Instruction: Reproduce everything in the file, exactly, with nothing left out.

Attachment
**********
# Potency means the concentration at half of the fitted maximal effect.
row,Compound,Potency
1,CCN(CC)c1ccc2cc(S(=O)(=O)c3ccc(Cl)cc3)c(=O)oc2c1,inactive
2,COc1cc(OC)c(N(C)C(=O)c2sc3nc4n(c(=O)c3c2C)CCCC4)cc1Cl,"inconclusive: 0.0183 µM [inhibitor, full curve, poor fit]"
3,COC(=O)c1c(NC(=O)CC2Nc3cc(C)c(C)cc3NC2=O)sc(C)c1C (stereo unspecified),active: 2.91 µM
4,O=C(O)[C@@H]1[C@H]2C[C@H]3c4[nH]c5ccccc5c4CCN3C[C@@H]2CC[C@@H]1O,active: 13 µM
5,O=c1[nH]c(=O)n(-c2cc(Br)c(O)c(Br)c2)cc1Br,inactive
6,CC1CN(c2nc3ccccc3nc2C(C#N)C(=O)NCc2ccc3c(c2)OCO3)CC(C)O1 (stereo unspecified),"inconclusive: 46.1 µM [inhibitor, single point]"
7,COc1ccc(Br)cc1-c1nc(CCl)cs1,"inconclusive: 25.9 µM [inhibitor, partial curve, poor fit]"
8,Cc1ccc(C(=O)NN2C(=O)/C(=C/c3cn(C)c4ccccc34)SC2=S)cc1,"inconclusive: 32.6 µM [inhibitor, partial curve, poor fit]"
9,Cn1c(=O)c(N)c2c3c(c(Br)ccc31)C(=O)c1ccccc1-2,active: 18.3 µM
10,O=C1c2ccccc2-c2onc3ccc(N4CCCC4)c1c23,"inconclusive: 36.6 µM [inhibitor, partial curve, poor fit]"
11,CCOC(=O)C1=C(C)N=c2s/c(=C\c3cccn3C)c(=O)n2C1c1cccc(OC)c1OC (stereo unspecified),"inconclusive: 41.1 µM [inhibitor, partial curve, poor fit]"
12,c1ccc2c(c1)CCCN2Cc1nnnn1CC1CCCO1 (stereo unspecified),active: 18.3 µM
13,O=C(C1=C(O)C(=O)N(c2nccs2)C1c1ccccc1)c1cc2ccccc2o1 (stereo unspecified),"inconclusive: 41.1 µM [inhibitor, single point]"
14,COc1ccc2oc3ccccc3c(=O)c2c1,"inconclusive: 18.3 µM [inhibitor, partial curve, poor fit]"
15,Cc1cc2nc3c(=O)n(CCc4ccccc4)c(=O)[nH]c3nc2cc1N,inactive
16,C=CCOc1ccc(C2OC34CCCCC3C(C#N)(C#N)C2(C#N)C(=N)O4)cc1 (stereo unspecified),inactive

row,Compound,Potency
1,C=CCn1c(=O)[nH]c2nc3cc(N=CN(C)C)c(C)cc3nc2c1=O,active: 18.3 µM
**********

# Potency means the concentration at half of the fitted maximal effect.
row,Compound,Potency
1,CCN(CC)c1ccc2cc(S(=O)(=O)c3ccc(Cl)cc3)c(=O)oc2c1,inactive
2,COc1cc(OC)c(N(C)C(=O)c2sc3nc4n(c(=O)c3c2C)CCCC4)cc1Cl,"inconclusive: 0.0183 µM [inhibitor, full curve, poor fit]"
3,COC(=O)c1c(NC(=O)CC2Nc3cc(C)c(C)cc3NC2=O)sc(C)c1C (stereo unspecified),active: 2.91 µM
4,O=C(O)[C@@H]1[C@H]2C[C@H]3c4[nH]c5ccccc5c4CCN3C[C@@H]2CC[C@@H]1O,active: 13 µM
5,O=c1[nH]c(=O)n(-c2cc(Br)c(O)c(Br)c2)cc1Br,inactive
6,CC1CN(c2nc3ccccc3nc2C(C#N)C(=O)NCc2ccc3c(c2)OCO3)CC(C)O1 (stereo unspecified),"inconclusive: 46.1 µM [inhibitor, single point]"
7,COc1ccc(Br)cc1-c1nc(CCl)cs1,"inconclusive: 25.9 µM [inhibitor, partial curve, poor fit]"
8,Cc1ccc(C(=O)NN2C(=O)/C(=C/c3cn(C)c4ccccc34)SC2=S)cc1,"inconclusive: 32.6 µM [inhibitor, partial curve, poor fit]"
9,Cn1c(=O)c(N)c2c3c(c(Br)ccc31)C(=O)c1ccccc1-2,active: 18.3 µM
10,O=C1c2ccccc2-c2onc3ccc(N4CCCC4)c1c23,"inconclusive: 36.6 µM [inhibitor, partial curve, poor fit]"
11,CCOC(=O)C1=C(C)N=c2s/c(=C\c3cccn3C)c(=O)n2C1c1cccc(OC)c1OC (stereo unspecified),"inconclusive: 41.1 µM [inhibitor, partial curve, poor fit]"
12,c1ccc2c(c1)CCCN2Cc1nnnn1CC1CCCO1 (stereo unspecified),active: 18.3 µM
13,O=C(C1=C(O)C(=O)N(c2nccs2)C1c1ccccc1)c1cc2ccccc2o1 (stereo unspecified),"inconclusive: 41.1 µM [inhibitor, single point]"
14,COc1ccc2oc3ccccc3c(=O)c2c1,"inconclusive: 18.3 µM [inhibitor, partial curve, poor fit]"
15,Cc1cc2nc3c(=O)n(CCc4ccccc4)c(=O)[nH]c3nc2cc1N,inactive
16,C=CCOc1ccc(C2OC34CCCCC3C(C#N)(C#N)C2(C#N)C(=N)O4)cc1 (stereo unspecified),inactive

row,Compound,Potency
1,C=CCn1c(=O)[nH]c2nc3cc(N=CN(C)C)c(C)cc3nc2c1=O,active: 18.3 µM